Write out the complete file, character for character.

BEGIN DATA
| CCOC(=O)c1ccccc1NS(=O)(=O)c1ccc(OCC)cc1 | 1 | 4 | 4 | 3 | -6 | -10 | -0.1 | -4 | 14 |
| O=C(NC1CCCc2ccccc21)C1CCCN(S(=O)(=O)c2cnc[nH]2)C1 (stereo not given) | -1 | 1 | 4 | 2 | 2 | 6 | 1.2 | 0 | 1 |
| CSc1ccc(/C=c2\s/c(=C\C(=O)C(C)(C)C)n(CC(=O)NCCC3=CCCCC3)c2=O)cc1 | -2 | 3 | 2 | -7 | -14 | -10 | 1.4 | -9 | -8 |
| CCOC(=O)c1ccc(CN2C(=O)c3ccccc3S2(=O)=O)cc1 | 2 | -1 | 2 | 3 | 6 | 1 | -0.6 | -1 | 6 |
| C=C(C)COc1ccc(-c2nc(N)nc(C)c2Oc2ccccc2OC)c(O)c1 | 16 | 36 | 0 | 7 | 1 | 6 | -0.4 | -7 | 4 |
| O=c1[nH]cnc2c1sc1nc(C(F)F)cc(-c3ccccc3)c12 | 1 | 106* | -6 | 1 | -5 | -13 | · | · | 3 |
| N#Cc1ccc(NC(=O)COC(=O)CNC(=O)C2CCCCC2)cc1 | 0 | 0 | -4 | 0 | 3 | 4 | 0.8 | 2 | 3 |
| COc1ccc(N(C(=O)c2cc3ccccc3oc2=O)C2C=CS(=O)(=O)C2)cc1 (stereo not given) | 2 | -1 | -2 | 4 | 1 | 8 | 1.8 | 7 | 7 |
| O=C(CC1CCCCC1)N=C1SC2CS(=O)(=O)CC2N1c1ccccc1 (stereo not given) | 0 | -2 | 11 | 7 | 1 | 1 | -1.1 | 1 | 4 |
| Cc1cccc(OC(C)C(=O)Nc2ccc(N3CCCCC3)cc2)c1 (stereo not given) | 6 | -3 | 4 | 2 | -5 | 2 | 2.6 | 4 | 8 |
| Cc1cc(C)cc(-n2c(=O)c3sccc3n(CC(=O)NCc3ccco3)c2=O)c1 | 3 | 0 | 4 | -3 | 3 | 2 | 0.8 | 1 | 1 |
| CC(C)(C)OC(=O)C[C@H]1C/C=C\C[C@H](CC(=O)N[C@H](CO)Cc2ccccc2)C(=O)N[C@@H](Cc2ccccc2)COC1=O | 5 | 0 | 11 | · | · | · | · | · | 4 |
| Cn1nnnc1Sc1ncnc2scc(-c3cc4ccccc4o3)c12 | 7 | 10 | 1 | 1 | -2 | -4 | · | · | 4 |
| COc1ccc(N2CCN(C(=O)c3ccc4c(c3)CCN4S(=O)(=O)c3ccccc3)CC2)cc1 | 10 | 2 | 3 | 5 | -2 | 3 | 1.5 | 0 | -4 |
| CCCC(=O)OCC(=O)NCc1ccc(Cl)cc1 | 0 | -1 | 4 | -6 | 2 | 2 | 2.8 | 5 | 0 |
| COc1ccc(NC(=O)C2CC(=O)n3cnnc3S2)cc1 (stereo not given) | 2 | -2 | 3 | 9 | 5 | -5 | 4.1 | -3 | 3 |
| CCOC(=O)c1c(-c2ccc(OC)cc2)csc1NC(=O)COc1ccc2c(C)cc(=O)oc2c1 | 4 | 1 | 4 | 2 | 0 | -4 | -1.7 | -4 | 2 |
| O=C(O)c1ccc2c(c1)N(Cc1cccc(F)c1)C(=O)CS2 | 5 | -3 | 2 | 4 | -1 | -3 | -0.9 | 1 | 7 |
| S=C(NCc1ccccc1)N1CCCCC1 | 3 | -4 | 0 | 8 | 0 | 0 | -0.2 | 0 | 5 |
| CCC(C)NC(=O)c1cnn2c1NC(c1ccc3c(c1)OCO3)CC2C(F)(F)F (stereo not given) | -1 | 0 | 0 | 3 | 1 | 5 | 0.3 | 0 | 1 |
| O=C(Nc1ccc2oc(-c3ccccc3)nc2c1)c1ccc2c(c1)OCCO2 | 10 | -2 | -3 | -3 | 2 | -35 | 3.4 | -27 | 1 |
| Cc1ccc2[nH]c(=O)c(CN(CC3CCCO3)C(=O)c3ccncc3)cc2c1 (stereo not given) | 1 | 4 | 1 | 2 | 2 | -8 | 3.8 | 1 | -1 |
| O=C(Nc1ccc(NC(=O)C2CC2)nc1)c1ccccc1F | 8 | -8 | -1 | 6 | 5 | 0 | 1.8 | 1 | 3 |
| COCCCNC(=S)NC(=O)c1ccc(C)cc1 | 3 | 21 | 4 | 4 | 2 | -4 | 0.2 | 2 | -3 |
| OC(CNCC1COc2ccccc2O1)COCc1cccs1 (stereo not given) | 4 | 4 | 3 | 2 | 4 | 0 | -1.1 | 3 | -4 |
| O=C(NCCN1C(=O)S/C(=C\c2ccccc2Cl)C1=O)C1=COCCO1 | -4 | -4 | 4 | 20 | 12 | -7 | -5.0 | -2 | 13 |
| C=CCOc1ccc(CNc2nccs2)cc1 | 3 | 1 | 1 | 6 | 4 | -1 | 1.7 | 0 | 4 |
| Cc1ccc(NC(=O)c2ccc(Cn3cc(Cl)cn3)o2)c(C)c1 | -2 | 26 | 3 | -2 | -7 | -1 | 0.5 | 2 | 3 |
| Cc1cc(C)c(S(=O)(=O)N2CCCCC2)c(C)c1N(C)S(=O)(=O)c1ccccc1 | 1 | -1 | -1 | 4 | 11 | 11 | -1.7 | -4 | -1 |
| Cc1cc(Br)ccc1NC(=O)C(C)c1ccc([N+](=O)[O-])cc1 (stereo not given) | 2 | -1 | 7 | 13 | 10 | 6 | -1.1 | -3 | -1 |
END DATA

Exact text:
| CCOC(=O)c1ccccc1NS(=O)(=O)c1ccc(OCC)cc1 | 1 | 4 | 4 | 3 | -6 | -10 | -0.1 | -4 | 14 |
| O=C(NC1CCCc2ccccc21)C1CCCN(S(=O)(=O)c2cnc[nH]2)C1 (stereo not given) | -1 | 1 | 4 | 2 | 2 | 6 | 1.2 | 0 | 1 |
| CSc1ccc(/C=c2\s/c(=C\C(=O)C(C)(C)C)n(CC(=O)NCCC3=CCCCC3)c2=O)cc1 | -2 | 3 | 2 | -7 | -14 | -10 | 1.4 | -9 | -8 |
| CCOC(=O)c1ccc(CN2C(=O)c3ccccc3S2(=O)=O)cc1 | 2 | -1 | 2 | 3 | 6 | 1 | -0.6 | -1 | 6 |
| C=C(C)COc1ccc(-c2nc(N)nc(C)c2Oc2ccccc2OC)c(O)c1 | 16 | 36 | 0 | 7 | 1 | 6 | -0.4 | -7 | 4 |
| O=c1[nH]cnc2c1sc1nc(C(F)F)cc(-c3ccccc3)c12 | 1 | 106* | -6 | 1 | -5 | -13 | · | · | 3 |
| N#Cc1ccc(NC(=O)COC(=O)CNC(=O)C2CCCCC2)cc1 | 0 | 0 | -4 | 0 | 3 | 4 | 0.8 | 2 | 3 |
| COc1ccc(N(C(=O)c2cc3ccccc3oc2=O)C2C=CS(=O)(=O)C2)cc1 (stereo not given) | 2 | -1 | -2 | 4 | 1 | 8 | 1.8 | 7 | 7 |
| O=C(CC1CCCCC1)N=C1SC2CS(=O)(=O)CC2N1c1ccccc1 (stereo not given) | 0 | -2 | 11 | 7 | 1 | 1 | -1.1 | 1 | 4 |
| Cc1cccc(OC(C)C(=O)Nc2ccc(N3CCCCC3)cc2)c1 (stereo not given) | 6 | -3 | 4 | 2 | -5 | 2 | 2.6 | 4 | 8 |
| Cc1cc(C)cc(-n2c(=O)c3sccc3n(CC(=O)NCc3ccco3)c2=O)c1 | 3 | 0 | 4 | -3 | 3 | 2 | 0.8 | 1 | 1 |
| CC(C)(C)OC(=O)C[C@H]1C/C=C\C[C@H](CC(=O)N[C@H](CO)Cc2ccccc2)C(=O)N[C@@H](Cc2ccccc2)COC1=O | 5 | 0 | 11 | · | · | · | · | · | 4 |
| Cn1nnnc1Sc1ncnc2scc(-c3cc4ccccc4o3)c12 | 7 | 10 | 1 | 1 | -2 | -4 | · | · | 4 |
| COc1ccc(N2CCN(C(=O)c3ccc4c(c3)CCN4S(=O)(=O)c3ccccc3)CC2)cc1 | 10 | 2 | 3 | 5 | -2 | 3 | 1.5 | 0 | -4 |
| CCCC(=O)OCC(=O)NCc1ccc(Cl)cc1 | 0 | -1 | 4 | -6 | 2 | 2 | 2.8 | 5 | 0 |
| COc1ccc(NC(=O)C2CC(=O)n3cnnc3S2)cc1 (stereo not given) | 2 | -2 | 3 | 9 | 5 | -5 | 4.1 | -3 | 3 |
| CCOC(=O)c1c(-c2ccc(OC)cc2)csc1NC(=O)COc1ccc2c(C)cc(=O)oc2c1 | 4 | 1 | 4 | 2 | 0 | -4 | -1.7 | -4 | 2 |
| O=C(O)c1ccc2c(c1)N(Cc1cccc(F)c1)C(=O)CS2 | 5 | -3 | 2 | 4 | -1 | -3 | -0.9 | 1 | 7 |
| S=C(NCc1ccccc1)N1CCCCC1 | 3 | -4 | 0 | 8 | 0 | 0 | -0.2 | 0 | 5 |
| CCC(C)NC(=O)c1cnn2c1NC(c1ccc3c(c1)OCO3)CC2C(F)(F)F (stereo not given) | -1 | 0 | 0 | 3 | 1 | 5 | 0.3 | 0 | 1 |
| O=C(Nc1ccc2oc(-c3ccccc3)nc2c1)c1ccc2c(c1)OCCO2 | 10 | -2 | -3 | -3 | 2 | -35 | 3.4 | -27 | 1 |
| Cc1ccc2[nH]c(=O)c(CN(CC3CCCO3)C(=O)c3ccncc3)cc2c1 (stereo not given) | 1 | 4 | 1 | 2 | 2 | -8 | 3.8 | 1 | -1 |
| O=C(Nc1ccc(NC(=O)C2CC2)nc1)c1ccccc1F | 8 | -8 | -1 | 6 | 5 | 0 | 1.8 | 1 | 3 |
| COCCCNC(=S)NC(=O)c1ccc(C)cc1 | 3 | 21 | 4 | 4 | 2 | -4 | 0.2 | 2 | -3 |
| OC(CNCC1COc2ccccc2O1)COCc1cccs1 (stereo not given) | 4 | 4 | 3 | 2 | 4 | 0 | -1.1 | 3 | -4 |
| O=C(NCCN1C(=O)S/C(=C\c2ccccc2Cl)C1=O)C1=COCCO1 | -4 | -4 | 4 | 20 | 12 | -7 | -5.0 | -2 | 13 |
| C=CCOc1ccc(CNc2nccs2)cc1 | 3 | 1 | 1 | 6 | 4 | -1 | 1.7 | 0 | 4 |
| Cc1ccc(NC(=O)c2ccc(Cn3cc(Cl)cn3)o2)c(C)c1 | -2 | 26 | 3 | -2 | -7 | -1 | 0.5 | 2 | 3 |
| Cc1cc(C)c(S(=O)(=O)N2CCCCC2)c(C)c1N(C)S(=O)(=O)c1ccccc1 | 1 | -1 | -1 | 4 | 11 | 11 | -1.7 | -4 | -1 |
| Cc1cc(Br)ccc1NC(=O)C(C)c1ccc([N+](=O)[O-])cc1 (stereo not given) | 2 | -1 | 7 | 13 | 10 | 6 | -1.1 | -3 | -1 |